My correspondence for ]825 reminds me of a society shortly before formed at Inverness under the imposing name of "The Northern Institution for the Promotion of Science and Literature," and having for its object the investigation of the antiquities of the country and its civil and natural history. The association was chiefly, if not wholly, got up by the Messrs. Anderson of that town, both men of considerable literary attainments. They had already published "The Tourists' Guide Book through the Highlands of Scotland," a work of much utility and interest. On the 21st of June, 1825, Mr. George Anderson, secretary to the institution, solicited my aid and co-operation in forwarding this object by furnishing replies to some queries on the antiquities and natural history of Resolis. My avocations were such as to afford me no time to spare for the purpose, and I was silent, while Mr. Anderson, as I had reason to know, was equally unsuccessful with the great majority of my brethren.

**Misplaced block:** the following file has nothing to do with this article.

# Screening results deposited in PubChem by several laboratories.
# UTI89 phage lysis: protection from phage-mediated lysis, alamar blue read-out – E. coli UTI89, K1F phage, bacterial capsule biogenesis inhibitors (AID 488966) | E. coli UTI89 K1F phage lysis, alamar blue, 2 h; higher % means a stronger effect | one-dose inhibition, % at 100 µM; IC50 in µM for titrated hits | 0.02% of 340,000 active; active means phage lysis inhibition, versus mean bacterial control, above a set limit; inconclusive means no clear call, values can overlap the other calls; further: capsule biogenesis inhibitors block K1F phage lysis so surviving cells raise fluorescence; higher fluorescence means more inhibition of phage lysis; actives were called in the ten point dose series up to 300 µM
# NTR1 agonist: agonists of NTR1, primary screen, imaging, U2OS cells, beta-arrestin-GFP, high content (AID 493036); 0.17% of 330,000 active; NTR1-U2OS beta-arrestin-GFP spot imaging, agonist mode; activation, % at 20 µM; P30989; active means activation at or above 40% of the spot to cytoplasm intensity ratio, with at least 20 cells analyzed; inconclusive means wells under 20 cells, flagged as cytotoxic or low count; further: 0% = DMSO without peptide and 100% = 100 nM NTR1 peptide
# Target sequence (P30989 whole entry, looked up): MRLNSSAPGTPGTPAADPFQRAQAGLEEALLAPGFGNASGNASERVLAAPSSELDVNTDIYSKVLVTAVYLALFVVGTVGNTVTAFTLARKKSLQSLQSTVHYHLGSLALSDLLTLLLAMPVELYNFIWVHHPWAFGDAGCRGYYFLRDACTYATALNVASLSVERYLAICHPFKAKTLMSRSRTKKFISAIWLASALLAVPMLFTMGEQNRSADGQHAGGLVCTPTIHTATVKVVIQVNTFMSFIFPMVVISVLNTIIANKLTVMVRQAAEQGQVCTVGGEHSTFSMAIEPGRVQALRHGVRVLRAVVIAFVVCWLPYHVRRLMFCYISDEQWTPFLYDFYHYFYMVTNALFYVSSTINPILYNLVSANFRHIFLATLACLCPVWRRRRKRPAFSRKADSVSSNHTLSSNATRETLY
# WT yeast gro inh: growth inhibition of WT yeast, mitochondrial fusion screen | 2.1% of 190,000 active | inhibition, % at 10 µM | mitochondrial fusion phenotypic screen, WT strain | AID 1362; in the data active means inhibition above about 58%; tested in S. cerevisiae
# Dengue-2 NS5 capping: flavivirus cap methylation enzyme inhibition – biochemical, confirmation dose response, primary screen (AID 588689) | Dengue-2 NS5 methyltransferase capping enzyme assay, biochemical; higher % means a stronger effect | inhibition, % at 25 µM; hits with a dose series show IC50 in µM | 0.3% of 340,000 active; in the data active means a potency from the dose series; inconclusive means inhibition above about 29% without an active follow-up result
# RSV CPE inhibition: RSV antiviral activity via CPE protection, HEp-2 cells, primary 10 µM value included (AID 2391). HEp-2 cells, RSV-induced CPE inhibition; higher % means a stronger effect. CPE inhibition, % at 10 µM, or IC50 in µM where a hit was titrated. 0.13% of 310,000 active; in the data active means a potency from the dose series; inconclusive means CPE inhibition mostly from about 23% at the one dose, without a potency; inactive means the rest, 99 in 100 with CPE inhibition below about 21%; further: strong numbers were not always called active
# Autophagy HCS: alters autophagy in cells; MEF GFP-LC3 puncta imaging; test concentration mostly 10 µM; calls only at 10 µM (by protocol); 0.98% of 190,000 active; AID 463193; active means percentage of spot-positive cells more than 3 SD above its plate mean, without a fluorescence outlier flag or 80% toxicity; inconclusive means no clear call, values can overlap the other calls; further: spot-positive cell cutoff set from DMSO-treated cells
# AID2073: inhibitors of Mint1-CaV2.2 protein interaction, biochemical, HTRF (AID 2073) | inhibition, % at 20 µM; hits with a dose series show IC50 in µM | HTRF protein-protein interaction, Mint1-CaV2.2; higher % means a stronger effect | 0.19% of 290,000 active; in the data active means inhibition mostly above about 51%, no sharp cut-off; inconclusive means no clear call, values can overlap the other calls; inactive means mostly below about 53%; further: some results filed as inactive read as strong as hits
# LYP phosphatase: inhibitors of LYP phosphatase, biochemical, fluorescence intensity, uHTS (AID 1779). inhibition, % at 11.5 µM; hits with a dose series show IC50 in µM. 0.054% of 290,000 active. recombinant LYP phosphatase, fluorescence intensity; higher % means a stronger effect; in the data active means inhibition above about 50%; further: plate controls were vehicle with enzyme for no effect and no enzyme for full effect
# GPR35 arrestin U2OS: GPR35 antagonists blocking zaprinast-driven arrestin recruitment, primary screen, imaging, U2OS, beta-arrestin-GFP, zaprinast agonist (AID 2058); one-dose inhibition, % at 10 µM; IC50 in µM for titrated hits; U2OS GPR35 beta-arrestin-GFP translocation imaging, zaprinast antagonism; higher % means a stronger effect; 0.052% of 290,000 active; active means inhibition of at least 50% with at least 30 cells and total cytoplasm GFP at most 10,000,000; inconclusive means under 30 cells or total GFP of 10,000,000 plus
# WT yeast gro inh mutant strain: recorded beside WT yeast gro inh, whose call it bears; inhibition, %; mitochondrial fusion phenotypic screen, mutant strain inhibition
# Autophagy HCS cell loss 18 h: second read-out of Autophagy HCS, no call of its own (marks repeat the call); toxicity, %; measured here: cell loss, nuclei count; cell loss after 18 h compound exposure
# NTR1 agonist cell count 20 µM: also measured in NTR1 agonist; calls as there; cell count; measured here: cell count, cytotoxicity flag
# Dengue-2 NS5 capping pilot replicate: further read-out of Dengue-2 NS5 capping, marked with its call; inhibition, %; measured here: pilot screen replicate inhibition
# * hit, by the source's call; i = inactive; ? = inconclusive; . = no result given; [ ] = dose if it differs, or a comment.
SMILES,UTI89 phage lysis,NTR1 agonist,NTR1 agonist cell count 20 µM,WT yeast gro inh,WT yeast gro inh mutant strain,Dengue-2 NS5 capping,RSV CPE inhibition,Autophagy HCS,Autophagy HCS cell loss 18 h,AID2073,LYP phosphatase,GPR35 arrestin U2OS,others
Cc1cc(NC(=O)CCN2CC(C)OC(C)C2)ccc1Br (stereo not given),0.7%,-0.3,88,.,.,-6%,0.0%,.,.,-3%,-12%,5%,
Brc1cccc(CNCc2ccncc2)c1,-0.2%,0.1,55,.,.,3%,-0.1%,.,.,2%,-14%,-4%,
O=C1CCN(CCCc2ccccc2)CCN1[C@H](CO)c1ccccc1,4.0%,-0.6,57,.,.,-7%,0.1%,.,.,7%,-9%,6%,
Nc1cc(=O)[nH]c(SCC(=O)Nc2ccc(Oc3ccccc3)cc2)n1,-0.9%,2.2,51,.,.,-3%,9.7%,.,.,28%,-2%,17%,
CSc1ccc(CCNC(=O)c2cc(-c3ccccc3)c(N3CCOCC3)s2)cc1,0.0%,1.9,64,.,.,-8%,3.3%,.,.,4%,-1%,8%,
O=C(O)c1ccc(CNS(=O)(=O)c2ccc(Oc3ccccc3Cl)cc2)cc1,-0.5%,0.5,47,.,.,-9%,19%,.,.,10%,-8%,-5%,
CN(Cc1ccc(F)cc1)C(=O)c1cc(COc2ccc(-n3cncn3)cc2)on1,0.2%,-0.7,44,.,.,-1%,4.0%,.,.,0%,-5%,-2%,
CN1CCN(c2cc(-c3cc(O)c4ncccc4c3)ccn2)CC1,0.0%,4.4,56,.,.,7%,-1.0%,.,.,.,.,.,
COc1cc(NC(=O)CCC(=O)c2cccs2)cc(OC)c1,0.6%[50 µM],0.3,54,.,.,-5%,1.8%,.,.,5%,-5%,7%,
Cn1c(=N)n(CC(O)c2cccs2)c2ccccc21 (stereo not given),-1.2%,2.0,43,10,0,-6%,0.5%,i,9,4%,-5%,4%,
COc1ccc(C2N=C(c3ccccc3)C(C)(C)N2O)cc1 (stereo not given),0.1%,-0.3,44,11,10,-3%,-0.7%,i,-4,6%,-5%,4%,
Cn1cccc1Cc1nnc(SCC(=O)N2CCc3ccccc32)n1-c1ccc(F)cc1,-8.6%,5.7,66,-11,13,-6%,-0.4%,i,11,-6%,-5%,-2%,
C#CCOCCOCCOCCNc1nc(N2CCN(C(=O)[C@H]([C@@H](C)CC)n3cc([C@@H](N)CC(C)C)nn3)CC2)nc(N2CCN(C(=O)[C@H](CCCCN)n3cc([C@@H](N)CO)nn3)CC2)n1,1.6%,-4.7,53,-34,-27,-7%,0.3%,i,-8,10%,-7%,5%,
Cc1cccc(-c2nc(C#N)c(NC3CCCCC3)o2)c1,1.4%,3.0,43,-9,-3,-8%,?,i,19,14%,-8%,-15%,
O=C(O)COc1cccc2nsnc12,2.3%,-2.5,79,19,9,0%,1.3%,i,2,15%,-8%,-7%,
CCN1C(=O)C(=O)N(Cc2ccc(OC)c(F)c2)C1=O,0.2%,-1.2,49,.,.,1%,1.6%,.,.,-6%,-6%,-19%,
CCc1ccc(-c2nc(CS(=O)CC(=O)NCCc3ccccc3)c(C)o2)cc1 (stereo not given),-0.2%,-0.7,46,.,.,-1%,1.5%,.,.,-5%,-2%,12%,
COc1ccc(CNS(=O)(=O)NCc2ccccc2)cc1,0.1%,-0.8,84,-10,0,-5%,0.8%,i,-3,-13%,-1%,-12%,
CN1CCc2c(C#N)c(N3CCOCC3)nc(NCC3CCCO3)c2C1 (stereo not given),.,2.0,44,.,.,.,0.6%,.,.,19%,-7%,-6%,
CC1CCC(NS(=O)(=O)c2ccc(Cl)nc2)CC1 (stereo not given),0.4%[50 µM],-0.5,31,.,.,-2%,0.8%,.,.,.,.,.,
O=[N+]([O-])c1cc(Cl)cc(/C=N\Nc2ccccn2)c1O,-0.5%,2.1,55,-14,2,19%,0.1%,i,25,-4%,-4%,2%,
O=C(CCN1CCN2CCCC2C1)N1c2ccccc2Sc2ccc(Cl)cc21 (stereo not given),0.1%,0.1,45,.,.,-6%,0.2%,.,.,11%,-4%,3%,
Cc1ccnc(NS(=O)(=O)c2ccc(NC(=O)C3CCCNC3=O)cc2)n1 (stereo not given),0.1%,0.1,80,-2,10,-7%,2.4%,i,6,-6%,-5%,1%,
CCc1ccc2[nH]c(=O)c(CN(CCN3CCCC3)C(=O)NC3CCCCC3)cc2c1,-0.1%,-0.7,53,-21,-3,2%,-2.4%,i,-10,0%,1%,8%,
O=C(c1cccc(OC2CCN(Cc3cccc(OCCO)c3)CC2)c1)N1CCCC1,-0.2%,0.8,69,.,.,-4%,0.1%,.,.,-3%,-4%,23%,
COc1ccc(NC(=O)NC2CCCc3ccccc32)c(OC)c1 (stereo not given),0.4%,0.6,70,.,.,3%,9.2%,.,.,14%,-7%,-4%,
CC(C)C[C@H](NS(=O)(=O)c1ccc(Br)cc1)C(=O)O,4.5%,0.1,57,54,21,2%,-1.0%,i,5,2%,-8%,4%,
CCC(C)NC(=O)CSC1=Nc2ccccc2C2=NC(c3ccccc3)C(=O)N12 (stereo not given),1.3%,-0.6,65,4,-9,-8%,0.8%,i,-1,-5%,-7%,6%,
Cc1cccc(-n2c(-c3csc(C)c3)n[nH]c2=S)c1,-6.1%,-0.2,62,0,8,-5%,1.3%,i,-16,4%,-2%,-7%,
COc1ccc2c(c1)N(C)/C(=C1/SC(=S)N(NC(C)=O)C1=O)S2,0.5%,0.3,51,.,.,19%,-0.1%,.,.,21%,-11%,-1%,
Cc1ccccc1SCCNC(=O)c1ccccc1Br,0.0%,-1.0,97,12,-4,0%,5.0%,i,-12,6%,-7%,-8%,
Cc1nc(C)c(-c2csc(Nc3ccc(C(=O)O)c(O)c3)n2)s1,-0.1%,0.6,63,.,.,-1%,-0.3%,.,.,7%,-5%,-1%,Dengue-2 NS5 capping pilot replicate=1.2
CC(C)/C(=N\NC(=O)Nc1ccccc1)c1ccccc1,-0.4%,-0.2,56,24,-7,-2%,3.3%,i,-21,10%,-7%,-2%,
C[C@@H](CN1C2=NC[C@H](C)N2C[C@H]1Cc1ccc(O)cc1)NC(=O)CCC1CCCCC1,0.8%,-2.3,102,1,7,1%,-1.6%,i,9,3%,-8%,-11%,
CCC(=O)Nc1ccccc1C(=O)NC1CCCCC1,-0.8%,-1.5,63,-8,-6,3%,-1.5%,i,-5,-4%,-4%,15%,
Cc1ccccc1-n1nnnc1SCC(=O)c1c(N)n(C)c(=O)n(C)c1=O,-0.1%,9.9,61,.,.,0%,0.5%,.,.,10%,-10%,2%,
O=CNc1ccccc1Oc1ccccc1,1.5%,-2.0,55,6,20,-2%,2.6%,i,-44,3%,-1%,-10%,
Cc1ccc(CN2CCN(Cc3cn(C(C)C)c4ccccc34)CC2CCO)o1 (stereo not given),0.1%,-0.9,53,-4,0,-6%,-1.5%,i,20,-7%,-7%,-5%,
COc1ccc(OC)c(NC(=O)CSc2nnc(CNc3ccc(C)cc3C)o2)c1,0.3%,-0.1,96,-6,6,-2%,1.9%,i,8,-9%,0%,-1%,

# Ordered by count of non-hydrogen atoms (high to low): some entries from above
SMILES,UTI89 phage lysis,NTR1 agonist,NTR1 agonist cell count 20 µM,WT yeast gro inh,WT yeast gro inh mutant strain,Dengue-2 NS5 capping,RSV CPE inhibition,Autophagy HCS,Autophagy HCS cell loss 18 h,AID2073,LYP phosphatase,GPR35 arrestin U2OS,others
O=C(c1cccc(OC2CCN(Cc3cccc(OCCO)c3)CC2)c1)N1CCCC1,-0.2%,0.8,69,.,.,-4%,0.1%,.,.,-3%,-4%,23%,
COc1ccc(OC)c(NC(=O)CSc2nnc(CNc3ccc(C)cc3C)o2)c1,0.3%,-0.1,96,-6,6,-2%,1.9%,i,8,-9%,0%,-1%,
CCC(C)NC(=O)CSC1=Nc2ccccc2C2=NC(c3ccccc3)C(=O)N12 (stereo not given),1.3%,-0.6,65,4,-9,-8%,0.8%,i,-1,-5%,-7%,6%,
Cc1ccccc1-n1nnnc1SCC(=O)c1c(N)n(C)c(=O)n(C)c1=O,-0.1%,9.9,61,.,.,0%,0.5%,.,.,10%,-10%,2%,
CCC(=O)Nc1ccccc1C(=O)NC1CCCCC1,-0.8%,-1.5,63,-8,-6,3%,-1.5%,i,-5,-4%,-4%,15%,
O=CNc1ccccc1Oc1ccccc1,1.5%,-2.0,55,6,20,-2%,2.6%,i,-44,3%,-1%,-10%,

During the course of the same year, Mr. Kirkaldy, a wealthy merchant in Dundee, paid a visit to the north. I have already referred to him as a man of eminent piety, and, though he is now in great poverty and advanced in years, he was than a young man in easy and even affluent circumstances. He came to reside for a few days among his friends in Ross-shire. One particular incident is recalled to my recollection. Mr. MacDonald was to preach a week-day sermon at Cromarty. For that town he and Mr. Kirkaldy and I set out from Resolis together. The day began to rain, but it was only a commencement. We got to Cromarty without being much inconvenienced. During the continuance of the service, however, and whilst we remained at Cromarty, the rain continued. In the evening we all three set out for the manse of Resolis, and arrived at the bridge of Newhall. But all farther progress homewards was here interdicted. The burn was swollen over "bank and brae." It had cut out a new channel on the north side of the bridge, so as to preclude all possibility-of crossing. There was, however, still farther up, another way of access to the other side of this furious stream, a little to the north-east of the house and place of Braehiugwell. This also we attempted, but it was equally impossible. The ford across lay in the bottom of a deep hollow, with high hanks, upwards of ten feet, on each side. The water, however, rose to the very edge of the banks, and even overflowed them. The question then came to be—what next? Poyntzfield House stood on this side the burn, and was then occupied by Mr. Munro, the proprietor, and his truly excellent wife, both equally hospitable. I suggested that we should go thither, and ask quarters. We did so, and were most kindly received. Mr. MacDonald, suo more at family worship, gave a short but comprehensive exposition of the chapter which he read. Next morning, all intervening obstacles being removed, we breakfasted at the manse, and before we parted, among our other themes of conversation was the high ministerial character of Mr. Lachlan Mackenzie, late minister of Lochcarron, who had died about six years before. Mr. Kirkcaldy proposed to erect, at his own expense, a marble slab to the memory of so eminent a man, to ho placed in the wall of the church of Lochcarron, and requested that Mr. MacDonald and I should undertake to draw out for it a suitable inscription. For this purpose I wrote to Mr. Roderick Forbes, a relative of my own, then a teacher at I'lockton of Lochalsh, requesting him to favour me with information respecting the date of Mr. Lachlan's death, his age, and the number of the years of his ministry. On the 13th of June Mr. Forbes replied to say that he was furnished with answers to my enquiries by the late Mr. Lachlan Mackenzie's nephew, Mr. Donald Mackenzie, then residing at Lochalsh, [Mr. Donald Mackenzie, on being licensed to preach the gospel, was appointed assistant to Mr. Mackenzie, minister of Comrie ; he became minister of Ardeonaig in 1837. lie acted as colleague to Mr William Burns (afterwards of China) during an evangelistic tour throughout the highlands of Perthshire in August, 1840, which was the occasion, under God, of a remarkable religious revival among the people of those parts. His character was simple and his manners primitive, but lie was a very impressive and powerful Gaelic preacher. He died 10th October, 1873.—Ed.] who stated that his uncle died on 20th April, 1819; that his age was 65 years, those of his ministry amounting to 37, two of which he had spent in the island of Lewis. Mr. MacDonald and I, soon after the receipt of this communication, met to draw out the inscription, embodying in it the above mentioned particulars, which I afterwards transmitted to Mr. Kirkaldy. But the monetary affairs of that gentleman had, meanwhile, experienced a reverse, the house with which he was connected failed, and the monument to the memory of Mr. Lachlan was never executed. His memorial, however, is embalmed in the hearts of the many to whom his ministry was blessed, while, as one of "the righteous," his name "shall be had in everlasting remembrance."